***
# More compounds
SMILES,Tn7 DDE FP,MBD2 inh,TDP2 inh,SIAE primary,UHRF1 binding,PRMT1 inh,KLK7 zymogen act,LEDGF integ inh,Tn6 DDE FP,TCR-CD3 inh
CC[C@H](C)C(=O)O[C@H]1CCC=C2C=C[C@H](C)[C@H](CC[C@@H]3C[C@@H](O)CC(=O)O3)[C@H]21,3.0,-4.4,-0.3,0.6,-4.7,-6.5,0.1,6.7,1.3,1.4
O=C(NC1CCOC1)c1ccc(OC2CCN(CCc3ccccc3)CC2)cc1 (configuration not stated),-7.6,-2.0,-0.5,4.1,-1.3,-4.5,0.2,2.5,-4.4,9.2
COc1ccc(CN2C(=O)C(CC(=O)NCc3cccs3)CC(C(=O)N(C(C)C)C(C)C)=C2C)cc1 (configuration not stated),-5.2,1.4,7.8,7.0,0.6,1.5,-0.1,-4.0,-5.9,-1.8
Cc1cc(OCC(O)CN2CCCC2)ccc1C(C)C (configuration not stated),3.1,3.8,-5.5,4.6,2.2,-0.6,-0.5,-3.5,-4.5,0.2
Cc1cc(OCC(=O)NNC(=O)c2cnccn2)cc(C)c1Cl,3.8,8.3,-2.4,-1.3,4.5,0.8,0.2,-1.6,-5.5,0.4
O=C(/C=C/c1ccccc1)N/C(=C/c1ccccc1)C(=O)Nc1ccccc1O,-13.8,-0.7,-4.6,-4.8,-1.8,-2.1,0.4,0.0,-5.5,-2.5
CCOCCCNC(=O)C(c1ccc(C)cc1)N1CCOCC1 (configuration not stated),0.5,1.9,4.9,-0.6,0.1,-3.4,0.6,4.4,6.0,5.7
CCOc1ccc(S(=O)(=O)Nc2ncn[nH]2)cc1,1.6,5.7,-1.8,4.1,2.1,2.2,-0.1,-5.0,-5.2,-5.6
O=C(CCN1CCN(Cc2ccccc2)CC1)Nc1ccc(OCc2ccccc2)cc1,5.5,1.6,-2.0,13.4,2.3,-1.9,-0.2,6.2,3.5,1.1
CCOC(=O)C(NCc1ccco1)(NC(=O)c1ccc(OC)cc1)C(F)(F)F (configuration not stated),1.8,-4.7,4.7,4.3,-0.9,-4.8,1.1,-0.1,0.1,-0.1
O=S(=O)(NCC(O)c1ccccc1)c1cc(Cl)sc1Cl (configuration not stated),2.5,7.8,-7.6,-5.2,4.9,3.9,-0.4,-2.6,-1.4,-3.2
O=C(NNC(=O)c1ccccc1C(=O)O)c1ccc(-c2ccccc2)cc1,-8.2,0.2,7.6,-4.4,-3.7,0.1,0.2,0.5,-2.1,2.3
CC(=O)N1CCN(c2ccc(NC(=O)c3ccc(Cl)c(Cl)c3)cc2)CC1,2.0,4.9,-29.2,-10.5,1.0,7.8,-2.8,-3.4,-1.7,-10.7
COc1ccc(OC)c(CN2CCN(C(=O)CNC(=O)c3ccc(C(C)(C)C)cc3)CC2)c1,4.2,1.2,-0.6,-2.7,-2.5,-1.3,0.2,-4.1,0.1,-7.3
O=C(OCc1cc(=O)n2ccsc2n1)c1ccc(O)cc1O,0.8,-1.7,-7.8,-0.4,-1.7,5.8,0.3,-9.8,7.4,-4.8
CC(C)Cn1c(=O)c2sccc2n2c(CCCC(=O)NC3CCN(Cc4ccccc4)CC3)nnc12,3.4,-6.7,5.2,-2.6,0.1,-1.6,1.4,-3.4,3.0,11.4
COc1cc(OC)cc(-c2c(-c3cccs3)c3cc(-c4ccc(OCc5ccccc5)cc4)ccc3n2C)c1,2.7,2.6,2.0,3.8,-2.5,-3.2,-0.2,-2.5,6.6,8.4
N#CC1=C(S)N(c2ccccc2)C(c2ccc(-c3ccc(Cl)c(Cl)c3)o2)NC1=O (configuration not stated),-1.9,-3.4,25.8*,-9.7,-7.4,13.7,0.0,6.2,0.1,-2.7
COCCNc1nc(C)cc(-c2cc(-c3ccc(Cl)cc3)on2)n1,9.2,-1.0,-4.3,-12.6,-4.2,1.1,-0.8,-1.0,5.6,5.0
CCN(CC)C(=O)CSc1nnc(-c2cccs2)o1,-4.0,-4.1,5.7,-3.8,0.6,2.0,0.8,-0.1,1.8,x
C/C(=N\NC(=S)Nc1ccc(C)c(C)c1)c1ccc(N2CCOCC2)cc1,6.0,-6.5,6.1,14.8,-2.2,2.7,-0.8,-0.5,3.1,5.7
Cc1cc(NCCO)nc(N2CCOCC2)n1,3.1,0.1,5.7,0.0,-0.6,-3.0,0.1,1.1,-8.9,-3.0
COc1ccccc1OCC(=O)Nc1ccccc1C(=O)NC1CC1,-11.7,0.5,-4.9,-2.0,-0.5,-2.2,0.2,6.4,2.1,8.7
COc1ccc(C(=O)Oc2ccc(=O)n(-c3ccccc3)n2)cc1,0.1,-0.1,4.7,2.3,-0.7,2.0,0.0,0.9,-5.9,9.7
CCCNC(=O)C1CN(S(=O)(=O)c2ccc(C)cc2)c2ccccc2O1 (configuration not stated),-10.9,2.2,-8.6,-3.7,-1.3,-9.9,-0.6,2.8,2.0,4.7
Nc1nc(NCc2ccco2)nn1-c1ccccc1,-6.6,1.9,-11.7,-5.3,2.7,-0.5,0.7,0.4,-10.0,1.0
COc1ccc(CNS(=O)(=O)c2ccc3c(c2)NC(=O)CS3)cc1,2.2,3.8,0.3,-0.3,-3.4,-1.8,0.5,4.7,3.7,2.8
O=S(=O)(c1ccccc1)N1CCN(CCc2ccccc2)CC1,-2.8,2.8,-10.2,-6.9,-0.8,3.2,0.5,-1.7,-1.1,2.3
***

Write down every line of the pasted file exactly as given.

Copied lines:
# More compounds
SMILES,Tn7 DDE FP,MBD2 inh,TDP2 inh,SIAE primary,UHRF1 binding,PRMT1 inh,KLK7 zymogen act,LEDGF integ inh,Tn6 DDE FP,TCR-CD3 inh
CC[C@H](C)C(=O)O[C@H]1CCC=C2C=C[C@H](C)[C@H](CC[C@@H]3C[C@@H](O)CC(=O)O3)[C@H]21,3.0,-4.4,-0.3,0.6,-4.7,-6.5,0.1,6.7,1.3,1.4
O=C(NC1CCOC1)c1ccc(OC2CCN(CCc3ccccc3)CC2)cc1 (configuration not stated),-7.6,-2.0,-0.5,4.1,-1.3,-4.5,0.2,2.5,-4.4,9.2
COc1ccc(CN2C(=O)C(CC(=O)NCc3cccs3)CC(C(=O)N(C(C)C)C(C)C)=C2C)cc1 (configuration not stated),-5.2,1.4,7.8,7.0,0.6,1.5,-0.1,-4.0,-5.9,-1.8
Cc1cc(OCC(O)CN2CCCC2)ccc1C(C)C (configuration not stated),3.1,3.8,-5.5,4.6,2.2,-0.6,-0.5,-3.5,-4.5,0.2
Cc1cc(OCC(=O)NNC(=O)c2cnccn2)cc(C)c1Cl,3.8,8.3,-2.4,-1.3,4.5,0.8,0.2,-1.6,-5.5,0.4
O=C(/C=C/c1ccccc1)N/C(=C/c1ccccc1)C(=O)Nc1ccccc1O,-13.8,-0.7,-4.6,-4.8,-1.8,-2.1,0.4,0.0,-5.5,-2.5
CCOCCCNC(=O)C(c1ccc(C)cc1)N1CCOCC1 (configuration not stated),0.5,1.9,4.9,-0.6,0.1,-3.4,0.6,4.4,6.0,5.7
CCOc1ccc(S(=O)(=O)Nc2ncn[nH]2)cc1,1.6,5.7,-1.8,4.1,2.1,2.2,-0.1,-5.0,-5.2,-5.6
O=C(CCN1CCN(Cc2ccccc2)CC1)Nc1ccc(OCc2ccccc2)cc1,5.5,1.6,-2.0,13.4,2.3,-1.9,-0.2,6.2,3.5,1.1
CCOC(=O)C(NCc1ccco1)(NC(=O)c1ccc(OC)cc1)C(F)(F)F (configuration not stated),1.8,-4.7,4.7,4.3,-0.9,-4.8,1.1,-0.1,0.1,-0.1
O=S(=O)(NCC(O)c1ccccc1)c1cc(Cl)sc1Cl (configuration not stated),2.5,7.8,-7.6,-5.2,4.9,3.9,-0.4,-2.6,-1.4,-3.2
O=C(NNC(=O)c1ccccc1C(=O)O)c1ccc(-c2ccccc2)cc1,-8.2,0.2,7.6,-4.4,-3.7,0.1,0.2,0.5,-2.1,2.3
CC(=O)N1CCN(c2ccc(NC(=O)c3ccc(Cl)c(Cl)c3)cc2)CC1,2.0,4.9,-29.2,-10.5,1.0,7.8,-2.8,-3.4,-1.7,-10.7
COc1ccc(OC)c(CN2CCN(C(=O)CNC(=O)c3ccc(C(C)(C)C)cc3)CC2)c1,4.2,1.2,-0.6,-2.7,-2.5,-1.3,0.2,-4.1,0.1,-7.3
O=C(OCc1cc(=O)n2ccsc2n1)c1ccc(O)cc1O,0.8,-1.7,-7.8,-0.4,-1.7,5.8,0.3,-9.8,7.4,-4.8
CC(C)Cn1c(=O)c2sccc2n2c(CCCC(=O)NC3CCN(Cc4ccccc4)CC3)nnc12,3.4,-6.7,5.2,-2.6,0.1,-1.6,1.4,-3.4,3.0,11.4
COc1cc(OC)cc(-c2c(-c3cccs3)c3cc(-c4ccc(OCc5ccccc5)cc4)ccc3n2C)c1,2.7,2.6,2.0,3.8,-2.5,-3.2,-0.2,-2.5,6.6,8.4
N#CC1=C(S)N(c2ccccc2)C(c2ccc(-c3ccc(Cl)c(Cl)c3)o2)NC1=O (configuration not stated),-1.9,-3.4,25.8*,-9.7,-7.4,13.7,0.0,6.2,0.1,-2.7
COCCNc1nc(C)cc(-c2cc(-c3ccc(Cl)cc3)on2)n1,9.2,-1.0,-4.3,-12.6,-4.2,1.1,-0.8,-1.0,5.6,5.0
CCN(CC)C(=O)CSc1nnc(-c2cccs2)o1,-4.0,-4.1,5.7,-3.8,0.6,2.0,0.8,-0.1,1.8,x
C/C(=N\NC(=S)Nc1ccc(C)c(C)c1)c1ccc(N2CCOCC2)cc1,6.0,-6.5,6.1,14.8,-2.2,2.7,-0.8,-0.5,3.1,5.7
Cc1cc(NCCO)nc(N2CCOCC2)n1,3.1,0.1,5.7,0.0,-0.6,-3.0,0.1,1.1,-8.9,-3.0
COc1ccccc1OCC(=O)Nc1ccccc1C(=O)NC1CC1,-11.7,0.5,-4.9,-2.0,-0.5,-2.2,0.2,6.4,2.1,8.7
COc1ccc(C(=O)Oc2ccc(=O)n(-c3ccccc3)n2)cc1,0.1,-0.1,4.7,2.3,-0.7,2.0,0.0,0.9,-5.9,9.7
CCCNC(=O)C1CN(S(=O)(=O)c2ccc(C)cc2)c2ccccc2O1 (configuration not stated),-10.9,2.2,-8.6,-3.7,-1.3,-9.9,-0.6,2.8,2.0,4.7
Nc1nc(NCc2ccco2)nn1-c1ccccc1,-6.6,1.9,-11.7,-5.3,2.7,-0.5,0.7,0.4,-10.0,1.0
COc1ccc(CNS(=O)(=O)c2ccc3c(c2)NC(=O)CS3)cc1,2.2,3.8,0.3,-0.3,-3.4,-1.8,0.5,4.7,3.7,2.8
O=S(=O)(c1ccccc1)N1CCN(CCc2ccccc2)CC1,-2.8,2.8,-10.2,-6.9,-0.8,3.2,0.5,-1.7,-1.1,2.3